Two Northern Rivers councils join forces for rail trail bid
LISMORE City Council and Richmond Valley Council have lodged an expression of interest with the NSW Government for funding to build a rail trail from Casino to Eltham.
Deputy Premier and Minister for Regional NSW John Barilaro last month launched the $300 million Regional Growth - Environment and Tourism Fund last month to help to increase tourist numbers, drive job creation and build on other NSW Government regional investment programs.
The opening round is worth $100 million.
Working with Northern Rivers Rail Trail Inc, the two councils have lodged a joint expression of interest to secure up to $23 million to build the rail trail.
Lismore City councillor Gianpiero Battista said he backed the plan.
"I think it's going to generate a lot of money and tourism interest in the area," he said.
"I see everyday the number of cyclists on the road every day of the week. Having a dedicated path is also for those not (necessarily) into cycling but people want something for their family.
"It's a beautiful area, it will really encourage families to pick up their bikes and be more active."
Northern Rivers Rail Trail public liaison officer Marie Lawton said the trail could give Casino a huge tourism boost.
"People could get the train up with their bikes and jump on the rail trail at Casino," she said.
"There's a plenty of entreprenuerial people who are looking for an opportunity to make this happen. You'd have to market all the businesses, restaurants, accomodation and cafes.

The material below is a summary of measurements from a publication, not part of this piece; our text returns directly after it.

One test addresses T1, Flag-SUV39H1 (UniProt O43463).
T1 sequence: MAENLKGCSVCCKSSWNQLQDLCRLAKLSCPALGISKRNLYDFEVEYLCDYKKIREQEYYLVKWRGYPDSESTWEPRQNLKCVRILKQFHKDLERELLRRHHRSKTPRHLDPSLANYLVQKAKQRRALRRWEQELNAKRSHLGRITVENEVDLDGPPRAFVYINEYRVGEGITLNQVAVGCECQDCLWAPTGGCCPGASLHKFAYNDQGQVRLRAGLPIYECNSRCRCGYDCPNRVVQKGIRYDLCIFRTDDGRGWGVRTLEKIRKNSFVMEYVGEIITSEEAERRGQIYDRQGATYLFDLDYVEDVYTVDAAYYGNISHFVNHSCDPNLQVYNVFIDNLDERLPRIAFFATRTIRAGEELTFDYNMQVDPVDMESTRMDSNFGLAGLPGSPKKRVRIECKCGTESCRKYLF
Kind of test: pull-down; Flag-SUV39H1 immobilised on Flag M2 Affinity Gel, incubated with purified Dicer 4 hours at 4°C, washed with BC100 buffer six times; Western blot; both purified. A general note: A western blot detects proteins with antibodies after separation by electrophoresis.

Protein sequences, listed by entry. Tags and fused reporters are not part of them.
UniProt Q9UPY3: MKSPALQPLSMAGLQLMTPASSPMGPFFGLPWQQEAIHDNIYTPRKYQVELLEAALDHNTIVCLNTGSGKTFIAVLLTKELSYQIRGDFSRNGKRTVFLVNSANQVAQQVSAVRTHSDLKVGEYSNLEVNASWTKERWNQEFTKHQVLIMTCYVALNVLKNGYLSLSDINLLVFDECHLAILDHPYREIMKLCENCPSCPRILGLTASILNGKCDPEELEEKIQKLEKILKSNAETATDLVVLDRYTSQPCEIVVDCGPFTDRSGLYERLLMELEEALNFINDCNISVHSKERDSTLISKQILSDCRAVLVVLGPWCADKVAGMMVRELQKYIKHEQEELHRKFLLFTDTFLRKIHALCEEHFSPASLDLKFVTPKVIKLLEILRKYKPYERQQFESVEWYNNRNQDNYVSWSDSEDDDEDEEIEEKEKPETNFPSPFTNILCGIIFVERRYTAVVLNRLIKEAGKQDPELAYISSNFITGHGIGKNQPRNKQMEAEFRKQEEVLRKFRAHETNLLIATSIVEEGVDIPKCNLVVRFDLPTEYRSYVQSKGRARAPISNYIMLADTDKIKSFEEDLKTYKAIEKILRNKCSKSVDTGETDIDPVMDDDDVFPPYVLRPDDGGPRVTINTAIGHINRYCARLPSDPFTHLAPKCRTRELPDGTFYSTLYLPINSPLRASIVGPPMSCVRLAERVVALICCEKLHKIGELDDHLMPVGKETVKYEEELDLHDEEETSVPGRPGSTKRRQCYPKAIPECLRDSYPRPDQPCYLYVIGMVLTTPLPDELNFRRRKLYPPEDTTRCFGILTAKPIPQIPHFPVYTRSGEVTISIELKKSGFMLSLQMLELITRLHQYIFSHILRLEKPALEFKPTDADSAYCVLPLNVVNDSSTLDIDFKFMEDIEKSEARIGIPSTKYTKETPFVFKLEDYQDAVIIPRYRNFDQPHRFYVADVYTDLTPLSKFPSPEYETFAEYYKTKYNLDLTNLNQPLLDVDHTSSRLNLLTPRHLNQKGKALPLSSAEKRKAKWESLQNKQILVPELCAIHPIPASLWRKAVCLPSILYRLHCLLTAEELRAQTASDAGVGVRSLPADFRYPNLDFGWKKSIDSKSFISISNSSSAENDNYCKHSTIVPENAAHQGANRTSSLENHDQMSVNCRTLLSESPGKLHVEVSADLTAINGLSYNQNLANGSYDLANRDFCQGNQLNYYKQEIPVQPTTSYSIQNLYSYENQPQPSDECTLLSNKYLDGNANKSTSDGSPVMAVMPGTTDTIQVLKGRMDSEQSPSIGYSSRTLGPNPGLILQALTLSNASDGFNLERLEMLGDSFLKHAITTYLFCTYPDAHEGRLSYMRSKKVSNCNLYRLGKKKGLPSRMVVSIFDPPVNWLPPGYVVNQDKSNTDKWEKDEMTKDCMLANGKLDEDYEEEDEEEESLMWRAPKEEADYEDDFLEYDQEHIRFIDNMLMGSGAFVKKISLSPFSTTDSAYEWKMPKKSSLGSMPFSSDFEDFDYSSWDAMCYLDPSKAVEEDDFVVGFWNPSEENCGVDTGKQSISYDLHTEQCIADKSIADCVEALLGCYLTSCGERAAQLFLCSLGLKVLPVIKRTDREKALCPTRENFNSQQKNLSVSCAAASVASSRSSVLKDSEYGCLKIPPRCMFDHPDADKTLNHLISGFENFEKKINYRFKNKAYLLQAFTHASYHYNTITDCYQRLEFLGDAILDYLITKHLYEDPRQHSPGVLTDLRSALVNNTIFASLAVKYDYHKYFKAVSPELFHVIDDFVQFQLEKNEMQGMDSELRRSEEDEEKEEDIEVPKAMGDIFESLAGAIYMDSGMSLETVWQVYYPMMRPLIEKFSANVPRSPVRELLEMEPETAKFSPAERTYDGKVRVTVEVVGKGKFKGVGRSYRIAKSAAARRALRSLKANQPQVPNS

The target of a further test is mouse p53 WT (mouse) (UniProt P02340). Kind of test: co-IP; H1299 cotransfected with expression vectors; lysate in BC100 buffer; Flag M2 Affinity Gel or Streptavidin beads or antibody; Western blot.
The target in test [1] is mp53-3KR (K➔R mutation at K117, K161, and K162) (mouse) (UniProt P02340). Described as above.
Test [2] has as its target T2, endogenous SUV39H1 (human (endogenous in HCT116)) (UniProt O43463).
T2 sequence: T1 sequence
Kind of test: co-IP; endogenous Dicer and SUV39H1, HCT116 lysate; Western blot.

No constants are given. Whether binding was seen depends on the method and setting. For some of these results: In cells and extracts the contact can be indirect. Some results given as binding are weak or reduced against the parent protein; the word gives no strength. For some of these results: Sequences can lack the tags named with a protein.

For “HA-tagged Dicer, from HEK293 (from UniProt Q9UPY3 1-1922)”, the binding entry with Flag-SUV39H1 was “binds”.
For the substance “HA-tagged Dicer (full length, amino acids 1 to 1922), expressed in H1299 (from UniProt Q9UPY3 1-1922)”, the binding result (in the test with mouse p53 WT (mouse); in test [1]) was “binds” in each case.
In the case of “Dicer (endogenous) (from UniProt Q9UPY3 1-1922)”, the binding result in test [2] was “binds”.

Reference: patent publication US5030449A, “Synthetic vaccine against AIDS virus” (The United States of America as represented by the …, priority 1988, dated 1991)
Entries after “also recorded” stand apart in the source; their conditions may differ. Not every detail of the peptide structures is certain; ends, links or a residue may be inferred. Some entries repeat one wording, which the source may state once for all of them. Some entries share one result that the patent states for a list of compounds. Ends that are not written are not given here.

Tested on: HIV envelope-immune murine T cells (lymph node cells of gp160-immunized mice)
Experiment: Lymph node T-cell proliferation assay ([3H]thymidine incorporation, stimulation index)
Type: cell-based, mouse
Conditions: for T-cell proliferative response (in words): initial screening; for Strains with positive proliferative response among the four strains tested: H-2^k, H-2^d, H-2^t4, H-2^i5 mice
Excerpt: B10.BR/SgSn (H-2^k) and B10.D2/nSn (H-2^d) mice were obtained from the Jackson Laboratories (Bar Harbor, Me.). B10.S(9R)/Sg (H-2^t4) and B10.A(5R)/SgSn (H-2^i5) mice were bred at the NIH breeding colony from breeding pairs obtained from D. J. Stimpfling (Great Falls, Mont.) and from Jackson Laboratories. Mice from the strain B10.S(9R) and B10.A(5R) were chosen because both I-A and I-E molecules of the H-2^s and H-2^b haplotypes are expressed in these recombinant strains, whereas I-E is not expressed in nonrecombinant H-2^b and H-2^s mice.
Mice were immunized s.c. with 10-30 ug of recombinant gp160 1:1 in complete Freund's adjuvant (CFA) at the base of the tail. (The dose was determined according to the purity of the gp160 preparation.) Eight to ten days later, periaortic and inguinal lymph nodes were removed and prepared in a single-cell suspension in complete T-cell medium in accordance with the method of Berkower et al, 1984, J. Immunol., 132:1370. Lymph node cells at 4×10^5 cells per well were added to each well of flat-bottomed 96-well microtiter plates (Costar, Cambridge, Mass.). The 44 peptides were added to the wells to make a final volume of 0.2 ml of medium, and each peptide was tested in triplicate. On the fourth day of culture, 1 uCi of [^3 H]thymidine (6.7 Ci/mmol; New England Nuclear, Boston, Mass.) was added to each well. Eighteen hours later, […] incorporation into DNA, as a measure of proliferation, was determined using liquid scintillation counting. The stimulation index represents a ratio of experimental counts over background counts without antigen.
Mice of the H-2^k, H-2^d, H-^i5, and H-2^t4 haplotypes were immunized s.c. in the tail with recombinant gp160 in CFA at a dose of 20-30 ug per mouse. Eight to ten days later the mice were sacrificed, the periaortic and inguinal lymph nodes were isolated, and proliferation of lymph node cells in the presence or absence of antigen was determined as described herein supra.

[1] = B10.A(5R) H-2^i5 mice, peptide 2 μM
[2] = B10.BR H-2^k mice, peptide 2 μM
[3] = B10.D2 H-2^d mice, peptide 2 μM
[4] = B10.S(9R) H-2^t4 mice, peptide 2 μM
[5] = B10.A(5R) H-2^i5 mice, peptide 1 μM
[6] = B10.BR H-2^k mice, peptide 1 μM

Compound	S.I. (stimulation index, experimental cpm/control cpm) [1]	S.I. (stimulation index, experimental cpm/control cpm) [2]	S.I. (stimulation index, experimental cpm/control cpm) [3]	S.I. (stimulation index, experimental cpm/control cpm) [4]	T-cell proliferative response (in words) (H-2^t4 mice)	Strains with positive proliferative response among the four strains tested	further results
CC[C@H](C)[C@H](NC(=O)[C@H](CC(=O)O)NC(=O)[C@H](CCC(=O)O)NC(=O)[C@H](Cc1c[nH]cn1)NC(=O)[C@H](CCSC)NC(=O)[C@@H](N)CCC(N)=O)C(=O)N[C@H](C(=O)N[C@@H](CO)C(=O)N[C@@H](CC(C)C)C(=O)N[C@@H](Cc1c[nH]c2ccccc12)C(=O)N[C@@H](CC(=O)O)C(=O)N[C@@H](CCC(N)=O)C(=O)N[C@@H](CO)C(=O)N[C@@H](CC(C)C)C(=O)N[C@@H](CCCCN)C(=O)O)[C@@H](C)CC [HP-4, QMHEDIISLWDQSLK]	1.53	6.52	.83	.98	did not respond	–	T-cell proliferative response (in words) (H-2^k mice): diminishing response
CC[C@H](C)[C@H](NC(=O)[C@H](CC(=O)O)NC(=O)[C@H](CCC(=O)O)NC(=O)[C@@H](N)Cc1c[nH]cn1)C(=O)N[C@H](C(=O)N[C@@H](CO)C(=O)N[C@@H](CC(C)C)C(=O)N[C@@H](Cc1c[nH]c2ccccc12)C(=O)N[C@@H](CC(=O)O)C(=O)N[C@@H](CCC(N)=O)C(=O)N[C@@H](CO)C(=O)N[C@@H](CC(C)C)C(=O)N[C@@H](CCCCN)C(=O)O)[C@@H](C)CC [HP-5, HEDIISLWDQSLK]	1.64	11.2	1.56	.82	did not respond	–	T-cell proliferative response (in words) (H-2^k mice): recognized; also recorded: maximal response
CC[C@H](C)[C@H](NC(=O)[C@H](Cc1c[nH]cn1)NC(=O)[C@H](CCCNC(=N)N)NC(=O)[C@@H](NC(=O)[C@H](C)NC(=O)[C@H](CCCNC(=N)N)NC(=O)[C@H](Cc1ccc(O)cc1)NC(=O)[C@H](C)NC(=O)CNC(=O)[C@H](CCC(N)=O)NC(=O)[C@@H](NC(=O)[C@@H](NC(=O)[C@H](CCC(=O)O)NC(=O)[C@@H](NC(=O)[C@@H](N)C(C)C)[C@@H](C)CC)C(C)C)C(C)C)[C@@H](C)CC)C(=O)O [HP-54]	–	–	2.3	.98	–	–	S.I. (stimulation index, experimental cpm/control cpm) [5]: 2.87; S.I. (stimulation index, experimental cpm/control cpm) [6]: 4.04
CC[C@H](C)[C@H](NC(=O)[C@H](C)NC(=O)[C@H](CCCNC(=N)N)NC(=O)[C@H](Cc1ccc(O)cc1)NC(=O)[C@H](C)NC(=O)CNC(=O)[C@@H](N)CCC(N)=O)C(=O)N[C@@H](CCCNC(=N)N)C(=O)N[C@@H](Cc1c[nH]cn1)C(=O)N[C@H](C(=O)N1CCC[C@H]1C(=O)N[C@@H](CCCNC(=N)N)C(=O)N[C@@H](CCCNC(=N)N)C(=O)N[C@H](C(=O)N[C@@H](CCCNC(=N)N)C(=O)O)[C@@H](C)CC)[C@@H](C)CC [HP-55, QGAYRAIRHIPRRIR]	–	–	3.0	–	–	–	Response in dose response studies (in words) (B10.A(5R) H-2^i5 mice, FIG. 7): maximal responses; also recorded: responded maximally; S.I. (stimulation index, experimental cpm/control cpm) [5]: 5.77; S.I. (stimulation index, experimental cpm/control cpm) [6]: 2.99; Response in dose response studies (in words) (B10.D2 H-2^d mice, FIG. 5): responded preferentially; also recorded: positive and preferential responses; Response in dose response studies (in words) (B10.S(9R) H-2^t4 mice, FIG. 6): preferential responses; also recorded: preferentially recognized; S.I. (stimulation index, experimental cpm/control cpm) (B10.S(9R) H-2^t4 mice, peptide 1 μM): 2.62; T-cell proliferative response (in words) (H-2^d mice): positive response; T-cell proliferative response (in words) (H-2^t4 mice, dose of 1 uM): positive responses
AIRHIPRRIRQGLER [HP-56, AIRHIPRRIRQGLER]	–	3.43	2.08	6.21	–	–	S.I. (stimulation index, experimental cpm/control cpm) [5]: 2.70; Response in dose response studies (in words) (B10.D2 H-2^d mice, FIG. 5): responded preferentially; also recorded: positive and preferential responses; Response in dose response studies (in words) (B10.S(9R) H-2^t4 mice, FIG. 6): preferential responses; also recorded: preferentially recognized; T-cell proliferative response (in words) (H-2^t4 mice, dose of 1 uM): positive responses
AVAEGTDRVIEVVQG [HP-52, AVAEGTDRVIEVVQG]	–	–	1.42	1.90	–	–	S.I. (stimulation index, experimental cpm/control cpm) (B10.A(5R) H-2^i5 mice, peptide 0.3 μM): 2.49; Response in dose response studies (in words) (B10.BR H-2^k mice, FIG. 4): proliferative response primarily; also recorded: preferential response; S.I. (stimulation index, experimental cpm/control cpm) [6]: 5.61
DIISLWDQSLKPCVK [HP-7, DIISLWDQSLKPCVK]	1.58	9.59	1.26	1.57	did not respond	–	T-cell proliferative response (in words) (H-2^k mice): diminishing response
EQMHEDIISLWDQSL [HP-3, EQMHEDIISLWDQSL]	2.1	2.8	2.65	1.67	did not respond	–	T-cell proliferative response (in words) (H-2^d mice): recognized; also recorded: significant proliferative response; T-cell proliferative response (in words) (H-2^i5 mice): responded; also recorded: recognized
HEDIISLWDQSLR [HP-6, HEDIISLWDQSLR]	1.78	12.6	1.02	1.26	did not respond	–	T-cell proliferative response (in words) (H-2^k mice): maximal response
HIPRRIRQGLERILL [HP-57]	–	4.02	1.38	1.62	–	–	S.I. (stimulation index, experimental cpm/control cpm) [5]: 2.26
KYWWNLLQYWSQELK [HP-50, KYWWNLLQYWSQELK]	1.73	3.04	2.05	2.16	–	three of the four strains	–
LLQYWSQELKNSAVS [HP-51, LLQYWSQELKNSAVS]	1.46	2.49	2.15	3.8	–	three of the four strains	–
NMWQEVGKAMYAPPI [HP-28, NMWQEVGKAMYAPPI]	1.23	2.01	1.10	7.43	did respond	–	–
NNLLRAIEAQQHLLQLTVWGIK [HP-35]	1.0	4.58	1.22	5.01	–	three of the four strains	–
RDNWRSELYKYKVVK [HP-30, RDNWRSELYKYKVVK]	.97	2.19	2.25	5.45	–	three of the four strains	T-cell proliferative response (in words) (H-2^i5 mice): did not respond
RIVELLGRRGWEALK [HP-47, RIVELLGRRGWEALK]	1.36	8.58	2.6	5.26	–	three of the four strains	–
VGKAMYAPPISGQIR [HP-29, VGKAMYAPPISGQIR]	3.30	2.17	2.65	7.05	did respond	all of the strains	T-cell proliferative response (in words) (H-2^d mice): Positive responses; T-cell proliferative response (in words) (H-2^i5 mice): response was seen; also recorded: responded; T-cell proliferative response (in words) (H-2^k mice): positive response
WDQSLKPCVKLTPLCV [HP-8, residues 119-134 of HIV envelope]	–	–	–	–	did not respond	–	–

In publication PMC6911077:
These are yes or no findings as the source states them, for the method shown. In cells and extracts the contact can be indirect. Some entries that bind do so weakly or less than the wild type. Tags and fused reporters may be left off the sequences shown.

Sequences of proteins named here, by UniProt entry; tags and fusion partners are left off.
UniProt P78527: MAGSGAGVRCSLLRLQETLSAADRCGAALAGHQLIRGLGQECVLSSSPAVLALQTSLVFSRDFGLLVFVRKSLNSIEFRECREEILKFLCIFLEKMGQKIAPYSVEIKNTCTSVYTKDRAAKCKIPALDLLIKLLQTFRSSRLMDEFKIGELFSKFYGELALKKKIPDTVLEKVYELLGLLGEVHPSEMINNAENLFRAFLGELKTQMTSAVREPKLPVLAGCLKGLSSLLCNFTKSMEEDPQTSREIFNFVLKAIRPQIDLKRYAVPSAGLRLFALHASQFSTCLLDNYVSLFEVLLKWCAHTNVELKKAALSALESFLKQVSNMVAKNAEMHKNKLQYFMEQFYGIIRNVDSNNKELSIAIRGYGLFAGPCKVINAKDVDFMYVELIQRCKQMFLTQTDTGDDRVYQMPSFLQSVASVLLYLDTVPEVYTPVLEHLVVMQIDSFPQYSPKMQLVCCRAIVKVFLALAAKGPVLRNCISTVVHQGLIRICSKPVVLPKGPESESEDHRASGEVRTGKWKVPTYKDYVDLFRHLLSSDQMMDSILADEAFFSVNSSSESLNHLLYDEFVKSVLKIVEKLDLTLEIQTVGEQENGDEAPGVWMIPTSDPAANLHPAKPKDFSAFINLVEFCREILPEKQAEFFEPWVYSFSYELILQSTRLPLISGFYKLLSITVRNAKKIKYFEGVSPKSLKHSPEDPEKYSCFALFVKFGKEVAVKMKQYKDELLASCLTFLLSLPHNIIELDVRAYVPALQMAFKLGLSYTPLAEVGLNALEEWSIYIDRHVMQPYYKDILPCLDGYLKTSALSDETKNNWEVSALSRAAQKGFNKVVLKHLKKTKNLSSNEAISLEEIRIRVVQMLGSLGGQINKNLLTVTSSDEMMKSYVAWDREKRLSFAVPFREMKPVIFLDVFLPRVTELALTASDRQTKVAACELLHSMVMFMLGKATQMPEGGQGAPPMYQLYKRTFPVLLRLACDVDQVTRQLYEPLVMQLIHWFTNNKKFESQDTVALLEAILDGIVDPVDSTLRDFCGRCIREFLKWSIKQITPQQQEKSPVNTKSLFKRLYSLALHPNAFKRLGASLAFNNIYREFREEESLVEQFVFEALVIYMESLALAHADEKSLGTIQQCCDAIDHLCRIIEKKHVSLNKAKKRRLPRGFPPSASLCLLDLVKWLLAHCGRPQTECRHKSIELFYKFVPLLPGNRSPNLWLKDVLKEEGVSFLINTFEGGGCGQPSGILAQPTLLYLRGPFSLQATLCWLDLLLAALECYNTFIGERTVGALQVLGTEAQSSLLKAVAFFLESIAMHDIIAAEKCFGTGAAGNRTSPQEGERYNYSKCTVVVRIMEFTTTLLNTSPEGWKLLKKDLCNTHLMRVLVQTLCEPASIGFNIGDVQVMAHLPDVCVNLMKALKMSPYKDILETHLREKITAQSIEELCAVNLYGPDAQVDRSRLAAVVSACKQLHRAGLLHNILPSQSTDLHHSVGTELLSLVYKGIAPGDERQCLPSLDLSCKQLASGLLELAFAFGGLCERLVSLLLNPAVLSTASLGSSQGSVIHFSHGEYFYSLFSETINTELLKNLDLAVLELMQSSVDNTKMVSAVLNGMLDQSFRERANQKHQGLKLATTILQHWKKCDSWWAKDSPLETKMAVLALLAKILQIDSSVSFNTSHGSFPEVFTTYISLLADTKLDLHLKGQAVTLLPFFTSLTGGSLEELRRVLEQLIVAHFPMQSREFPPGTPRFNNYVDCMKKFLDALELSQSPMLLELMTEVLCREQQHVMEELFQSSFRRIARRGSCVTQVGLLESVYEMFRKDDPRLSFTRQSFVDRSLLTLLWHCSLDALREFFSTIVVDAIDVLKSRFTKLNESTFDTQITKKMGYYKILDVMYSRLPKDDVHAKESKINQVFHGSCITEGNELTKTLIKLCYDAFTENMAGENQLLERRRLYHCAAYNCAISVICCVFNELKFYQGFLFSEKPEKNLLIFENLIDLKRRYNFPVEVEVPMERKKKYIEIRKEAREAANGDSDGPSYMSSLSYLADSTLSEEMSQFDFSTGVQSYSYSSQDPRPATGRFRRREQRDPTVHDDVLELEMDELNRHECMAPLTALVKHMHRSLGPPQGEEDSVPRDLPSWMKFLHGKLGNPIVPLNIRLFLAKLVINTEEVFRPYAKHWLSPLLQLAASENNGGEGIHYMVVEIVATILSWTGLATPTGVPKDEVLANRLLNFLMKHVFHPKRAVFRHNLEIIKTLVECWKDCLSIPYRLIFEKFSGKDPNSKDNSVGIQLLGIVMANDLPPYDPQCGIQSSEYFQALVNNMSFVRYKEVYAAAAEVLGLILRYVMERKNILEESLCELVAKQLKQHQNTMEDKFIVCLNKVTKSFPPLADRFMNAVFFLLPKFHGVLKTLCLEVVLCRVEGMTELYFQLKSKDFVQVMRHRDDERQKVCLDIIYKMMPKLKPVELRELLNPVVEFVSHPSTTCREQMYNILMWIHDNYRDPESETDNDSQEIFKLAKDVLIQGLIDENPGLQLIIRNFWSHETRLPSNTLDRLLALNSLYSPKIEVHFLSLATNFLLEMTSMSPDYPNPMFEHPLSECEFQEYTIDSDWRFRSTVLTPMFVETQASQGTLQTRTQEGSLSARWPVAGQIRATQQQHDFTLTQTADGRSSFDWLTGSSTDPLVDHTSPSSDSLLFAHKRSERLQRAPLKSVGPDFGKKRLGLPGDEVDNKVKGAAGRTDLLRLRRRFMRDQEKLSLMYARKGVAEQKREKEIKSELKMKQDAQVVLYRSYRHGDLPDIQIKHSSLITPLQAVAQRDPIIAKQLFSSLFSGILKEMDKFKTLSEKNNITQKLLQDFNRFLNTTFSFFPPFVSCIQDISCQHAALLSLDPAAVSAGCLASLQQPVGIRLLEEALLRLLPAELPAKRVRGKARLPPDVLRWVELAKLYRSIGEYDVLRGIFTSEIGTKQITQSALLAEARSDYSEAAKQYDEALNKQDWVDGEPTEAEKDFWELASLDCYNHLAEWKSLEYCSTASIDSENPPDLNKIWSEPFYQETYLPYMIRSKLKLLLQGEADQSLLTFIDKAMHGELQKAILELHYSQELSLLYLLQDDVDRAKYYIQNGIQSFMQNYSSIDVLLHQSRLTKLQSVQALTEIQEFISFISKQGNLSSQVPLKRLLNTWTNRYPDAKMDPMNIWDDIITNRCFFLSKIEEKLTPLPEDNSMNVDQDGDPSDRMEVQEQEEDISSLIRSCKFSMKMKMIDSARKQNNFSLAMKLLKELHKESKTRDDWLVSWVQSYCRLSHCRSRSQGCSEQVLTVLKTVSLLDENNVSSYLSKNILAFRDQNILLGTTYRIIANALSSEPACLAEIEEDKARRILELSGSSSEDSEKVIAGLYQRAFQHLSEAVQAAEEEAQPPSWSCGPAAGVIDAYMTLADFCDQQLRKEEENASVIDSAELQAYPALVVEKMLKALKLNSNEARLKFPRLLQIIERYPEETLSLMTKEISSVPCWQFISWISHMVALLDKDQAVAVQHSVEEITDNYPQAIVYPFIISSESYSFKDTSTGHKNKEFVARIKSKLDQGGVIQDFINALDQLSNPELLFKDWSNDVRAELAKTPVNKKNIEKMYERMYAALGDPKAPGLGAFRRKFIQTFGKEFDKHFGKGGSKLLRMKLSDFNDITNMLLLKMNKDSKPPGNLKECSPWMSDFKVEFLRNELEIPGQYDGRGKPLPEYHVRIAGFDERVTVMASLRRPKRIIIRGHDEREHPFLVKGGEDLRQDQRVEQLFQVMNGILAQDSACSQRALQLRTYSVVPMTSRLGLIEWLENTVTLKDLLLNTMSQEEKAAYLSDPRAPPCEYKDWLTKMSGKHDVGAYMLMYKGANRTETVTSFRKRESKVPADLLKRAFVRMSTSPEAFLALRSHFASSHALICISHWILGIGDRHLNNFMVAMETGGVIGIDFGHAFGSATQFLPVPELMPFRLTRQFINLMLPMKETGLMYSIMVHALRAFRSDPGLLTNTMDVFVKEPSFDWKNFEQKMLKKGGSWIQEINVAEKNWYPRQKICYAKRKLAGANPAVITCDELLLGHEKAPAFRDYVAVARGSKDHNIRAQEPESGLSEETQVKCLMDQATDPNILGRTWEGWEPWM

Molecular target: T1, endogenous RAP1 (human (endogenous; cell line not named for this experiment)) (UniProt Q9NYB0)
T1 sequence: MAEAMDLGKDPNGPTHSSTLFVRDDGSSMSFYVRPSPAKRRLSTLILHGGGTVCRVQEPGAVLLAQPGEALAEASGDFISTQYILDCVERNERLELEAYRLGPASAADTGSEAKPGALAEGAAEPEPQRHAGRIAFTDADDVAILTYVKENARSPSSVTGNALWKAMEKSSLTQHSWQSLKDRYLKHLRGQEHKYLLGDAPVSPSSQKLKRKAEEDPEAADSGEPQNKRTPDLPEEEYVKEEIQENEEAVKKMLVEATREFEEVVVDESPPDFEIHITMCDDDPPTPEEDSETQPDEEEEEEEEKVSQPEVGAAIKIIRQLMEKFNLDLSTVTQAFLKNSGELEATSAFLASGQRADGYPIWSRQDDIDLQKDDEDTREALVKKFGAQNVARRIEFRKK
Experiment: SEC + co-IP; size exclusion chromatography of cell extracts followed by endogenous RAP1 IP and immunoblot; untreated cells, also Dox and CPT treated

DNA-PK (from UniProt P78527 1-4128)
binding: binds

"They could jump on the trail there and easily ride to Lismore.
"Then of course Eltham, that's already got the pub."
If the EOI progresses, a comprehensive business case will need to be developed to make the project shovel ready.
Lismore City Council will hold a councillor briefing next Tuesday night at which NRRT will discuss the benefits of a rail trail to the region, and the practicalities of building a successful trail.
Ms Lawton said finding a beneficial public use for the Murwillumbah to Casino rail corridor was becoming increasingly urgent because of recent murmurings that the State Government is looking to ramp up its sell off of disused assets.
Tweed Shire Council have also lodged an application under the Federal Government's National Stronger Regions Fund for funding to construct a rail trail from Murwillumbah to Crabbes Creek.
The Tweed Shire initiative is also a contender to receive "leftover" NSW Government funding from a pilot rail trail fund announced in 2014.
Meanwhile, Byron Shire has just voted to spend $200,000 on a feasibility study for mayor Simon Richardson's vision for a "multi-modal" corridor, with public transport alongside a trail, where feasible.